Observing the World Championships Track and Field in Beijing.

The World Championships are always a mixed batch of confirmations, fulfilled expectations and unexpected surprises.
Let’s have a look: Usain Bolt (100m and 200m), Shelly- Ann Fraser (100m) and both Jamaica 4×100 m relay teams: no surprises here, gold, gold and gold again. This suited most of the predictions.
Mo Farah won the 5 and 10 km: what else could we expect? Asbel Kiprop winning the 1500 meters again.

Some surprises:
Daphne Schippers won the 200m: big surprise for most of you.
(The Dutch women were disqualified in the 4×100 meter and no surprise here either, if there would be a championship for dropping the baton or disqualifications for female 4×100 meter teams, Holland would win the gold medal)
Belgium discus thrower Philip Milanov wins silver.
Russian hurdler Sergei Shubenkov wins the gold in the 110m hurdles.

We thought for a long time “white men couldn’t jump” : but Greg Rutherford (long jump), Shawnacy Barber (pole vault) and Derek Drouin (high jump) decided to prove this wrong. And Guowei Zhang with his silver in the high jump, proved that Asian man can jump (but we oldies already knew that since Ni Chi Chin or Ni Zhiqin).
Some people think that black people can’t throw, but we saw Kenian Julius Yego winning the javelin and Cuban Denia Caballero win the discus women. And we also saw a Chinese silver in the women’ s shot put, Lijiao Gong, another silver in the women’s javelin, by Huihui Liu, and also silver in the hammer with Wenxiu Zhang. I almost forgot to mention the Chinese sprinter in the final of the 100 meter and the silver medals in the men’s 4×100 meter.
And to finish Jamaican shot put O’Dayne Richards gets a bronze medal in the men, while we thought these guys could only sprint!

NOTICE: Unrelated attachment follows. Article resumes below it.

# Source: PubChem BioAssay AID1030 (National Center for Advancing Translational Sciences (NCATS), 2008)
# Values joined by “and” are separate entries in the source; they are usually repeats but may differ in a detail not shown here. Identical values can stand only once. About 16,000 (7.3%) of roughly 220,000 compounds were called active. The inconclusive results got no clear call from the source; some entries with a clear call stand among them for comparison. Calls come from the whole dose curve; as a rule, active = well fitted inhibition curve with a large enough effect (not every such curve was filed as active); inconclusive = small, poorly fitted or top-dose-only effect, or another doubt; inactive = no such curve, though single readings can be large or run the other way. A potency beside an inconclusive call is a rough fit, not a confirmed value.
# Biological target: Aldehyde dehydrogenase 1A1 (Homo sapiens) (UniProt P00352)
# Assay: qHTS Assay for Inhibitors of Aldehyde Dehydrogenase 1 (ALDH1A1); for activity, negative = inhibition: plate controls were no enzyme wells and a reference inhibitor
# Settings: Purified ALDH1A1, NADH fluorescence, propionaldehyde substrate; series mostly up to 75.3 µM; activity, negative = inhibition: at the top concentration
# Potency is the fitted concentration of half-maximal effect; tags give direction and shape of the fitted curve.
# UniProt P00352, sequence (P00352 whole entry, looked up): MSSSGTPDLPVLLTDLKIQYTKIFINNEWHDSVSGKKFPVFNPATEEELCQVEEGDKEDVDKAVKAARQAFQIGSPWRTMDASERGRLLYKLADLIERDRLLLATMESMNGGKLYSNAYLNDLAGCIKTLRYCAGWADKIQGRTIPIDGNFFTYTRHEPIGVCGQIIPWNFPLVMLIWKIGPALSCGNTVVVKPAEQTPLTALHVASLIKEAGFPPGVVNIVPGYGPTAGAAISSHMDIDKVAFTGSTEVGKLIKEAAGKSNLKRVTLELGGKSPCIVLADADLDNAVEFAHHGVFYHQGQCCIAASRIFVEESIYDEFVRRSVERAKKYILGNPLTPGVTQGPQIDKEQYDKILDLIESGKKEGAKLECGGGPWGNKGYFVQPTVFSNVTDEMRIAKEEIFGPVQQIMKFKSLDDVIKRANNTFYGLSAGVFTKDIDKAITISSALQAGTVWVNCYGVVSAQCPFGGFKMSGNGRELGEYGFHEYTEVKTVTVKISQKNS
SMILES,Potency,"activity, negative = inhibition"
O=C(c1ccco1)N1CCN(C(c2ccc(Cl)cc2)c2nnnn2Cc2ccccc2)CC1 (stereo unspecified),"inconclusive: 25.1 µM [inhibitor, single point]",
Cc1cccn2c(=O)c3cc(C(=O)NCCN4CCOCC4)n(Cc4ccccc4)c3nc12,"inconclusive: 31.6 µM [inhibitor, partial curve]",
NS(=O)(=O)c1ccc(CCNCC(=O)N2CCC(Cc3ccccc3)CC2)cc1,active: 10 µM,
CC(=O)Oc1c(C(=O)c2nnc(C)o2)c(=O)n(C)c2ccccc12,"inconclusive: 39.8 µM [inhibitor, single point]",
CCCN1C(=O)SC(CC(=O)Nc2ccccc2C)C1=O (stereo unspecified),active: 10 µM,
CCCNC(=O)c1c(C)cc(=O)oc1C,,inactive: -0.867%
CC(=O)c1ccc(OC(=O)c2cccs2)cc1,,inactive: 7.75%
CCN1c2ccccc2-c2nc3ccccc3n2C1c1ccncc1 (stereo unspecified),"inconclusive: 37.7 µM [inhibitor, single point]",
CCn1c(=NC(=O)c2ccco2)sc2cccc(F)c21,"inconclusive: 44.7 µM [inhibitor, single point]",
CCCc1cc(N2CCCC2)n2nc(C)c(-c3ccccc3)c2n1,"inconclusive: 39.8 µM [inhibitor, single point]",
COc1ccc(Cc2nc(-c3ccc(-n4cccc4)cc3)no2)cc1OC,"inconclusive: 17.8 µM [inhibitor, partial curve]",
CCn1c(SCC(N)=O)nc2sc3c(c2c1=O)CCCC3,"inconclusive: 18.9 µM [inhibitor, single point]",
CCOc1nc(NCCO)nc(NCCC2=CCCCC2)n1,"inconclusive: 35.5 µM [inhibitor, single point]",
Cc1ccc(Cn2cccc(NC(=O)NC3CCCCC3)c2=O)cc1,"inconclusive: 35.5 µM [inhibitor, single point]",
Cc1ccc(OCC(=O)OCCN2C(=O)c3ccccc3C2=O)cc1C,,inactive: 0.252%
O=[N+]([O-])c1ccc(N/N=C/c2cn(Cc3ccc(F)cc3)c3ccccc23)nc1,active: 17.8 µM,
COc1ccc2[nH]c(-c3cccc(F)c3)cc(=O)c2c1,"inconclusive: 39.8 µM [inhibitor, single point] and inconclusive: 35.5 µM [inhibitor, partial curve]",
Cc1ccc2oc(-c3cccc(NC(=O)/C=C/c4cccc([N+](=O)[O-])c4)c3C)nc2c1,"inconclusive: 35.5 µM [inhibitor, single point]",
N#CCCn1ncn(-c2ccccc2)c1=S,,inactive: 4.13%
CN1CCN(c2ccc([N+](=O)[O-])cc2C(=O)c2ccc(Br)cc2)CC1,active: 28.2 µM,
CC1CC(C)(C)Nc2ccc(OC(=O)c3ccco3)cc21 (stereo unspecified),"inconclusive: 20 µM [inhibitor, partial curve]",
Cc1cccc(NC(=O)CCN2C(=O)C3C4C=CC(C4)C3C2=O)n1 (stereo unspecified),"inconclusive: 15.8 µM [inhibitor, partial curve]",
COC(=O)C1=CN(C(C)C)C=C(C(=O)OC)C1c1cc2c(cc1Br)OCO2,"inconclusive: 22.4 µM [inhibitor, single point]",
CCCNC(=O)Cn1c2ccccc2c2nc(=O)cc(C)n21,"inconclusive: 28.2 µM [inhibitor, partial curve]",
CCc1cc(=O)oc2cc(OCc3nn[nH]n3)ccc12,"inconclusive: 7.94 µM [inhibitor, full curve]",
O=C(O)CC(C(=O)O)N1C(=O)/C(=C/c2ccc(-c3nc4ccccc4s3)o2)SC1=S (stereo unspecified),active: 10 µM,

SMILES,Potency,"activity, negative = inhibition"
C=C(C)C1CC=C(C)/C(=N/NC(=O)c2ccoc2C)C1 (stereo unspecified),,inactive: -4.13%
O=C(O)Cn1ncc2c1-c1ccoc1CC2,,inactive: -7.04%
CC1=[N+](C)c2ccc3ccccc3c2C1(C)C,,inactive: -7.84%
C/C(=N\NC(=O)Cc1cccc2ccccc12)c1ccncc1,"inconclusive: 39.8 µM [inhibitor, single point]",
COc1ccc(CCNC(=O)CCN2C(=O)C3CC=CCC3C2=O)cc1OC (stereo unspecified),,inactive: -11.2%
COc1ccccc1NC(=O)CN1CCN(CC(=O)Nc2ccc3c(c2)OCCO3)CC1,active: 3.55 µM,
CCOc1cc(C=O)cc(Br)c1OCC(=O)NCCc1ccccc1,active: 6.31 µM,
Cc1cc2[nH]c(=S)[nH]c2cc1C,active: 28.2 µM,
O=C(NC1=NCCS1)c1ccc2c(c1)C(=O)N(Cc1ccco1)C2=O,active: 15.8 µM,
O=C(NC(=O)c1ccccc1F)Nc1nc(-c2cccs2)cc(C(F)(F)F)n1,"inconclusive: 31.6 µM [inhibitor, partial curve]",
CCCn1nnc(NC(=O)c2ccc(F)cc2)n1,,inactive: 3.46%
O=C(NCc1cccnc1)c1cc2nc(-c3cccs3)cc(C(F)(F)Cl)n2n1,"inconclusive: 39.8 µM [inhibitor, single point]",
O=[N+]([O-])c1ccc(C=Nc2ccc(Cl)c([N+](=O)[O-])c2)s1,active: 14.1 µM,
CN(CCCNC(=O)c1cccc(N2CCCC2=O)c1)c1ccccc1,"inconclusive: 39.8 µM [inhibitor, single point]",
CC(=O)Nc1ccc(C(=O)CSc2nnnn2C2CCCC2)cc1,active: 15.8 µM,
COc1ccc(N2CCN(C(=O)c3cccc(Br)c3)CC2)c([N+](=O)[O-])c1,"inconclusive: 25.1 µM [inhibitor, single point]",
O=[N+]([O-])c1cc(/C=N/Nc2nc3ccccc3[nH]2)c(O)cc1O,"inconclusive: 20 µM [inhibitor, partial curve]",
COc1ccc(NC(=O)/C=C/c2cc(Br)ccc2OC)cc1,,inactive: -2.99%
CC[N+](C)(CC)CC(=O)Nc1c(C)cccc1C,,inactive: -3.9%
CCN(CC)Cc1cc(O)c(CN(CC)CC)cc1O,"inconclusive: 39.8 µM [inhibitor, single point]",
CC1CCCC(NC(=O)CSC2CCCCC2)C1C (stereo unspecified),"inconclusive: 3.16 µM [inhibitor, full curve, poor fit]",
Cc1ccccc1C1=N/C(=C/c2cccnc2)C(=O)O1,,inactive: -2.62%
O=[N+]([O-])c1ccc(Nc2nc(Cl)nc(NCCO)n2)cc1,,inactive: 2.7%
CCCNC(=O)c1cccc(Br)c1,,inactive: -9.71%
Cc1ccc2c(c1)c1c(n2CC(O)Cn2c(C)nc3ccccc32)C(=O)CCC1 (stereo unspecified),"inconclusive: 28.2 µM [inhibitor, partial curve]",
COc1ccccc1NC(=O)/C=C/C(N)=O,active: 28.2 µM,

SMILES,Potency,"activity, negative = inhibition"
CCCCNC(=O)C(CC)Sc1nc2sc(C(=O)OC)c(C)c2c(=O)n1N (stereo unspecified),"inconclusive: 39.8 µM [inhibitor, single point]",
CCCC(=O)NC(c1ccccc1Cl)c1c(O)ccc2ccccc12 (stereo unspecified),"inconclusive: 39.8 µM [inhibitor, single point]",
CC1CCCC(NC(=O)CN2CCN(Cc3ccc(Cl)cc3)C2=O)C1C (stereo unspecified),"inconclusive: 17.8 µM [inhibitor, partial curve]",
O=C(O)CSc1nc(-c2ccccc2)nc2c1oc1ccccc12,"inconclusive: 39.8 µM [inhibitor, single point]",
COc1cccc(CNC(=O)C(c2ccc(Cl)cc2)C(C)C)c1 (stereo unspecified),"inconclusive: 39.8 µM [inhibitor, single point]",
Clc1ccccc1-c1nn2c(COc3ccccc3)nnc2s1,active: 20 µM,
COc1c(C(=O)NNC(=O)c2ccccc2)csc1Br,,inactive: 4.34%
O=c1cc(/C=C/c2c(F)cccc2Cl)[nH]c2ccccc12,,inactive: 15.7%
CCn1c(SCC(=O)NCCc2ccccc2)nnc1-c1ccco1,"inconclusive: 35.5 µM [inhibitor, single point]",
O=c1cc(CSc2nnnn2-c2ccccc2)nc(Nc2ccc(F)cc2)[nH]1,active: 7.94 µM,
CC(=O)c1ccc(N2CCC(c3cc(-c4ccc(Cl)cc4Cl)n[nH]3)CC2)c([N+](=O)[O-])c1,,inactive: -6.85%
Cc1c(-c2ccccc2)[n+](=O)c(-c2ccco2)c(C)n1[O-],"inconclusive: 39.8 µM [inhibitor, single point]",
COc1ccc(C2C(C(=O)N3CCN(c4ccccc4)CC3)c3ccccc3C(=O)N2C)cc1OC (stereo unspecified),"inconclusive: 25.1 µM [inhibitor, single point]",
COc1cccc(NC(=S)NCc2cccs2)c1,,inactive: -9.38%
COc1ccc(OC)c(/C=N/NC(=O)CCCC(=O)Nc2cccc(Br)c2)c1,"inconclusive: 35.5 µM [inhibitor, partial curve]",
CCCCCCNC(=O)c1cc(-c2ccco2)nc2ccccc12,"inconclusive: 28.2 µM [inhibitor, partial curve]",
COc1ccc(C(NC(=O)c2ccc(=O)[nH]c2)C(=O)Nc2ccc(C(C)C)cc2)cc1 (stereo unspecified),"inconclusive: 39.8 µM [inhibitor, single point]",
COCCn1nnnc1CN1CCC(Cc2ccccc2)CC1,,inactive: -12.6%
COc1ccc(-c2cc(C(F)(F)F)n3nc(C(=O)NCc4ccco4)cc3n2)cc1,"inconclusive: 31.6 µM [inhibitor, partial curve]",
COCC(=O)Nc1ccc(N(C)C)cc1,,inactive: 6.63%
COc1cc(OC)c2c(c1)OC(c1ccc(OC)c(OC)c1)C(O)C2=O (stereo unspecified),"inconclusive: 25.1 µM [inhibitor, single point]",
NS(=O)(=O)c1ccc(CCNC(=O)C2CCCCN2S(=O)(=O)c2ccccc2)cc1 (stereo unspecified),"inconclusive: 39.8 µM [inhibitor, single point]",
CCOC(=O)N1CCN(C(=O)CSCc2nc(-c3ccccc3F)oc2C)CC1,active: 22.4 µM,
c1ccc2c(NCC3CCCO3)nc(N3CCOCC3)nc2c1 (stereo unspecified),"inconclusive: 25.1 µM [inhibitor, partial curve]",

I hope my point is clear: despite the general perception that some people, based on race, skin color or country are better suited for a certain discipline than others, we can see that it is possible to excel despite this limiting perception. How many US sprinters come from Alaska or Michigan?

It’s too bad that in one of the few fields in life where skin color, religion, IQ, economic status, sexual orientation, etc. do NOT play a role, this issue always comes up. The stopwatch or measuring tape doesn’t care if you are black, white green or purple, if you are straight or gay, if you are millionaire or if you have no money in your pocket. To me that is one of the beauties in sport and track and field. For me the world population is divided into two kinds of people: those that run fast and the ones that don’t.
Sprinting fast is a matter of probability and dependent on many different factors.

Maybe geographical situation is one of the pillars of success, in this case: temperature or sun exposure. Coming from Holland where in the past we were not able to sprint decently from November until April due to the low temperature and snow. Can you imagine what that means for sprinting at high intensity? And the lack of indoor facilities (just improvising in parking garages, tunnels or shopping malls). Nowadays this is compensated, as in Scandinavian countries, by having indoor facilities, but we still don’t have decent access to a 200 m track. Another option is to organize a training camp in the US, the Caribbean or South-Africa, but here the costs are the limiting factor.

Of course, there are other countries where the temperature suits explosive events, but lack of sports culture, lack of facilities and coaches, or an inadequate political or economic situation play a role. But more and more athletes are able to overcome these limitations and we could see quite a few of them winning medals. Great!

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